Klukwan elder Joe Hotch ‘kills money’ over the head of Andrea Parent, as gatherers recite her new Tlingit name four times during a ceremony that also named interpretitive signs on what has always been LingÌt AanÌ or Tlingit Land. See our feature on the Tlingit Sign Dedication.

Photo by Jeff Brady

State says bear shot June 5 was a light-colored cinnamon

No charges filed, 'Spirit Bear' has not turned up and many believe it was same bear

On June 17, the state announced it would not be charging the man who shot a black bear outside his home on June 5, saying it was a light-colored cinnamon phased type bear – not a white bear that was under a protection order.
“It was a light color, but it also had a lot of black and brown around the face, paws, all over it,” said Fish and Wildlife Officer Ricky Merritt of Haines.
Thor Henricksen, who lives off the Dyea Road, said the bear he shot by his daughter’s rabbit hutch was a cinnamon bear, not the white-phased bear that won state protection last fall.
Many in the town still believe it was the so called “Spirit Bear,” (see sidebar) but the state will not say for sure if it is the same light-colored bear that was photographed around the area over the past two years. As of June 22, there had been no reported sightings of that bear.
Henricksen was relieved to not be charged and did not wish to discuss the incident further, though he said the days following the incident have been very rough on him.
Merritt said that the bear that was shot “was not close to the color white,” but he could not say for sure if it was the bear people in Skagway considered as the “Spirit Bear” since he had not seen it in person.
“There’s probably not a lot of white-colored bears in Skagway, so it is a possibility,” Merritt said.
Merritt flew over to Skagway on June 13 and seized the hide and skull of the harvested bear. Division of Wildlife Conservation biologists and wildlife troopers examined the hide of the bear to determine if the animal met the regulatory requirements prohibiting the harvest of white-colored black bears in Unit 1D, according to a press release.
“Based on both photographs and physical examination of the hide, it was determined that the color of the bear is not white, the release said. “The bear in question has a multicolored pelt including white, black and blonde-cinnamon. Neither enforcement, nor biological staff can definitively say if the harvested bear is, or is not, the same light colored bear known to frequent the area.”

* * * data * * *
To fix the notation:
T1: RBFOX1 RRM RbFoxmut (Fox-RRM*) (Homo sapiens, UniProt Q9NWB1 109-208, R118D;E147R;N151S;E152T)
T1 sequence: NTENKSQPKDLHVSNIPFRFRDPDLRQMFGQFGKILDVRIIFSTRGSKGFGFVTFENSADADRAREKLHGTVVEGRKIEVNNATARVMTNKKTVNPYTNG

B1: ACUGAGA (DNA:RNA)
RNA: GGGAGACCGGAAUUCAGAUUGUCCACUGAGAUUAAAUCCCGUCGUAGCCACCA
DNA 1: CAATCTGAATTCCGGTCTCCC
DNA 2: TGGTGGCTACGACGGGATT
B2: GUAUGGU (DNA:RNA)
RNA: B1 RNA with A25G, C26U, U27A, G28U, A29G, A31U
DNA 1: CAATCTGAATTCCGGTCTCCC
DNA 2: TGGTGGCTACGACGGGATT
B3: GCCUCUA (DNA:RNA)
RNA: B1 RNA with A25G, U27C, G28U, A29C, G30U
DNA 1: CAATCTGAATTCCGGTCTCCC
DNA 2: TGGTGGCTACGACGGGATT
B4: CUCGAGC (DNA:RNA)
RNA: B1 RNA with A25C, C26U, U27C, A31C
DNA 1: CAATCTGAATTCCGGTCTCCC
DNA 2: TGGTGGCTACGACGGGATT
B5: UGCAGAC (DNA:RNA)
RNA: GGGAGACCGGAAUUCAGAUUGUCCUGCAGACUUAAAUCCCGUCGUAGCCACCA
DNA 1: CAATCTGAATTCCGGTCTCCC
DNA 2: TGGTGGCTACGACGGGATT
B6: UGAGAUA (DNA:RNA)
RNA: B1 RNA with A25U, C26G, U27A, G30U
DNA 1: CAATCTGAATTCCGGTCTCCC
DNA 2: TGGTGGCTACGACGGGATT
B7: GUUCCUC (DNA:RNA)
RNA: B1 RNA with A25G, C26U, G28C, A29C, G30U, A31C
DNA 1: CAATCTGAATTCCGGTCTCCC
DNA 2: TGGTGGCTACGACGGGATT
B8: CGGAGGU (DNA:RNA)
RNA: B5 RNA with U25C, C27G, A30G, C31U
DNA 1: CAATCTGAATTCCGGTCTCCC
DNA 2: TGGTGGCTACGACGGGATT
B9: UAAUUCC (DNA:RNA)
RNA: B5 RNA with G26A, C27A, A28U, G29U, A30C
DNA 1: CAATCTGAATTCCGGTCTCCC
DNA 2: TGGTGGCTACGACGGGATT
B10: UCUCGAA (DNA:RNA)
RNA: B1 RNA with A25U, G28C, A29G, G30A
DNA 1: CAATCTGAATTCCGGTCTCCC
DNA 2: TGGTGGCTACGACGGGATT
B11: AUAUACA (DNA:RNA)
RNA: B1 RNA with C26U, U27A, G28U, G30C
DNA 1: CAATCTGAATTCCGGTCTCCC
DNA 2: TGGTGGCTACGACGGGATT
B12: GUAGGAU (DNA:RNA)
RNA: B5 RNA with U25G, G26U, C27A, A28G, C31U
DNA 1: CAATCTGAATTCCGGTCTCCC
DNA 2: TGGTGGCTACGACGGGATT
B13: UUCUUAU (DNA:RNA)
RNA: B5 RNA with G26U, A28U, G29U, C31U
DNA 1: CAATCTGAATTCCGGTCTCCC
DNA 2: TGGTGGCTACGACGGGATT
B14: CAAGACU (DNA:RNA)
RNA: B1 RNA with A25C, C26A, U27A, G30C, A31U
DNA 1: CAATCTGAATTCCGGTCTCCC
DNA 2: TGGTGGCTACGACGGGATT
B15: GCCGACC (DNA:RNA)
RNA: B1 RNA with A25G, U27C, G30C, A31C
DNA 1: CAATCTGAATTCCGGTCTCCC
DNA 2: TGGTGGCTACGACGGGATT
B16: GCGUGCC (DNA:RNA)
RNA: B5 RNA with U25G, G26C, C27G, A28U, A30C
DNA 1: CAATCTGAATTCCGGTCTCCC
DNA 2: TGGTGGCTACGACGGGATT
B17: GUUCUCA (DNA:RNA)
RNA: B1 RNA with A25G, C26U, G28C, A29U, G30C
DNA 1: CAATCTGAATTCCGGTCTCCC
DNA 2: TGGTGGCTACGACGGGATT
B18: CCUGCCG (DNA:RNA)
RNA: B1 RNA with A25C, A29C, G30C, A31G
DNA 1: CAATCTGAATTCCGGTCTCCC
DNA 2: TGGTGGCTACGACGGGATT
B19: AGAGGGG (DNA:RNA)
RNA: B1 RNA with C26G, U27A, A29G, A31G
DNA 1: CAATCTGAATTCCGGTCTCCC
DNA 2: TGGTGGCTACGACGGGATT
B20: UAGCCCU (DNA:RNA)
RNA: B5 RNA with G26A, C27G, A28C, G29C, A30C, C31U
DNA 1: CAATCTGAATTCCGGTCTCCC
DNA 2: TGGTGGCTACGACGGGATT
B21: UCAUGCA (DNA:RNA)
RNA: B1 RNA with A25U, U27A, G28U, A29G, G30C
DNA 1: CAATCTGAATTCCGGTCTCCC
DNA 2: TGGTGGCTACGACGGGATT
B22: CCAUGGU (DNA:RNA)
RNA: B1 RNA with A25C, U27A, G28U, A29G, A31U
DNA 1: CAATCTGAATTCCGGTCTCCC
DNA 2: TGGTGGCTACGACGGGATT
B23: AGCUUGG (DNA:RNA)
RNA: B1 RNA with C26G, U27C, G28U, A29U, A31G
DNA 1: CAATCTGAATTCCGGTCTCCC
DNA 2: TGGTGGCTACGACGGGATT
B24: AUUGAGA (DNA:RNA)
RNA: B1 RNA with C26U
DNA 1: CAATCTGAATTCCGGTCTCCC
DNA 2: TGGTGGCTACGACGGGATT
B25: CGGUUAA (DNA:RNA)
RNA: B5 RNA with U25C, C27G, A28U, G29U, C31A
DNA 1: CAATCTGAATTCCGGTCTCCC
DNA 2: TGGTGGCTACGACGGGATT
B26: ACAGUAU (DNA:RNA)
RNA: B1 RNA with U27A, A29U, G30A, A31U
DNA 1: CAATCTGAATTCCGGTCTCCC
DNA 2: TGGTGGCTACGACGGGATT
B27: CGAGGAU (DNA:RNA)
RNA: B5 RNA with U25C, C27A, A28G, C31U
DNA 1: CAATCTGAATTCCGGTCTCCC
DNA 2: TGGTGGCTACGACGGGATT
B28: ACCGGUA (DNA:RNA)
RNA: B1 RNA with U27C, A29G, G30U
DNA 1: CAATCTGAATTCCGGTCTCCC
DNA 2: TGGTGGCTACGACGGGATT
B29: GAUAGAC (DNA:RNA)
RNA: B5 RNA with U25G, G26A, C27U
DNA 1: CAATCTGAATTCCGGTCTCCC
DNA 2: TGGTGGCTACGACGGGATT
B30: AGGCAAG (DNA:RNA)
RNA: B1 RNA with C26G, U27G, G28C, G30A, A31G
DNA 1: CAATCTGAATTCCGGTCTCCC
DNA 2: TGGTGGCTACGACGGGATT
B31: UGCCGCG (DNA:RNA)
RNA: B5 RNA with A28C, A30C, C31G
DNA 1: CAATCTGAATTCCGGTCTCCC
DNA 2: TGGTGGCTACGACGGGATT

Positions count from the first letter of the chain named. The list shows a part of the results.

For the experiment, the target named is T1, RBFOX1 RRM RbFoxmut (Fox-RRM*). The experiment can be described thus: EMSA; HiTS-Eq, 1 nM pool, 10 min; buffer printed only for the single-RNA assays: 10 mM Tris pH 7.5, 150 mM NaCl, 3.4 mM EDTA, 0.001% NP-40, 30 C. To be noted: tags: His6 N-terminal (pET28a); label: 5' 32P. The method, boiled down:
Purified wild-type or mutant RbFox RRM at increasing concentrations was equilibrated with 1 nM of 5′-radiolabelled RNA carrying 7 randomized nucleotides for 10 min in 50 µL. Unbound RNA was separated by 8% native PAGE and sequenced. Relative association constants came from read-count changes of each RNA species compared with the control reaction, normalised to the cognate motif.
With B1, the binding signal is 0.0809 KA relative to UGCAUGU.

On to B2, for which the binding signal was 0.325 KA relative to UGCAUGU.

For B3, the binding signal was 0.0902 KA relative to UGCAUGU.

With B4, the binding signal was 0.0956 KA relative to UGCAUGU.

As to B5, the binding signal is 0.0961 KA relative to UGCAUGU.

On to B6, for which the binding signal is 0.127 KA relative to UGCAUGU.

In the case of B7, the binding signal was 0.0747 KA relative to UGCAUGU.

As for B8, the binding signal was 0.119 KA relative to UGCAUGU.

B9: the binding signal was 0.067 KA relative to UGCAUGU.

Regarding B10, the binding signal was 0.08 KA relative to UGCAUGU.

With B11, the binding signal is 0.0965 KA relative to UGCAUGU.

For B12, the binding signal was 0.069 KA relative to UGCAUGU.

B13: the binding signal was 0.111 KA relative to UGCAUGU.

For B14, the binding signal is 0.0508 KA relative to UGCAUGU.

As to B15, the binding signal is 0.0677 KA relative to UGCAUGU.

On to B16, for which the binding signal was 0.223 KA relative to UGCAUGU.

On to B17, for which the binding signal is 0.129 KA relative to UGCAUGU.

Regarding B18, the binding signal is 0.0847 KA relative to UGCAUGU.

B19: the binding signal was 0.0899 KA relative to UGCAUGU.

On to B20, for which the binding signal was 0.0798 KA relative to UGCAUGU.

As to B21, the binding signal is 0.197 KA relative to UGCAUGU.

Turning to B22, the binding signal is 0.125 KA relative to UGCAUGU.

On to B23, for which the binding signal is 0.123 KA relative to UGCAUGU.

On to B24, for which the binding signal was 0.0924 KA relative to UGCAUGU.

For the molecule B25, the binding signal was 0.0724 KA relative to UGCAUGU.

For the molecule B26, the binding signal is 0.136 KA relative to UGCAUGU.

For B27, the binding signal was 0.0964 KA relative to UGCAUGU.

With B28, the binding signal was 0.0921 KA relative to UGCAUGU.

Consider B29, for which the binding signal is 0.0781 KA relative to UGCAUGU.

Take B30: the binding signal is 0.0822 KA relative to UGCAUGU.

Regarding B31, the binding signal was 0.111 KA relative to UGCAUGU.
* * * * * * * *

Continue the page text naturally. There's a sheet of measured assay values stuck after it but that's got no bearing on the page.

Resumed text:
Ryan Scott, a biologist with the Department of Fish and Game, was part of the team that inspected the bear. When asked if it was the bear in photos provided to him by the News and other sources, he replied, “I can’t tell you for sure. I’m not comfortable guessing. But it’s realistic that since we knew about a light-colored bear in that area, then it could be the same bear.”
Scott noted the state was protecting a “white bear” based on a proposal from the Municipality of Skagway last fall. At the time, he said, his department made no recommendation, but the request was granted by the Board of Game based on the viewing pleasure of people in Skagway. A 120-day temporary order against taking a white bear in Unit 1D was granted in August, and then made permanent in November.
“We never looked at it as a ‘Spirit Bear,’” Scott said. “We approached it from the biology aspect. We heard it called ‘Spirit Bear’.”
When asked what the definition of a white bear is, or if the protection order was in error, Scott said there isn’t one definition in state law about white bears. “The bear we looked at it was not a white bear.”
He said that he believed there had never been a case like this in the state.
“It’s an interesting development...” he said. “There was a concern with this type of regulation: What happens when the bear shows up and it’s not white?”
The state’s June 19 press release said the bear was taken in an area open to bear hunting, during an open bear hunting season, and that the hunter possessed the necessary license to hunt and harvest bears.
“Based on the available information, the harvest was determined to be legal and the hide and skull of the bear will be returned to the hunter,” the release concluded.

The ‘Spirit Bear’ had black on his ears, face and paws in this photo taken last summer. But the state won’t say if it was the bear killed June 5, and they have not released photos of the dead bear. Andrew Cremata

Spirit Bear gets a name

Residents and visitors to Skagway have had intimate encounters with a “Spirit Bear” along the Dyea Road for the previous two summers. The unusual coloration of the bear, which some have described as white or cream-colored, made the bear an attraction of its own for locals and tourists alike.
The disappearance of the Spirit Bear at the time a light-colored bear was shot by Thor Henricksen on his Dyea Road property, prompted members of the Skagway Traditional Council to hold a naming ceremony at the tribal building on June 18.
Lance Twitchell presided over the ceremony which attracted approximately two dozen people from the community on short notice.
Twitchell said it was as yet unclear if the bear in question was the Spirit Bear, but hoped the ceremony would help bring peace to the entire community.
Twitchell sang two ceremonial songs to start the proceedings, both based on Tlingit folklore. The second told the story of a man wrongly imprisoned who years later reenters a world which has changed to the point of being unrecognizable.
Twitchell made the comparison to the loss of the Spirit Bear, and how the lives of persons who cherished the animal would be different if it were indeed gone.
Everyone in attendance was given a chance to speak about their own personal feelings regarding the matter.
Some expressed anger toward Henricksen and how they worked through a desire for vengeance. Others wanted direct information from the Alaska Department of Fish and Game clarifying if the bear in question was the bear referred to by Skagwegians as the Spirit Bear.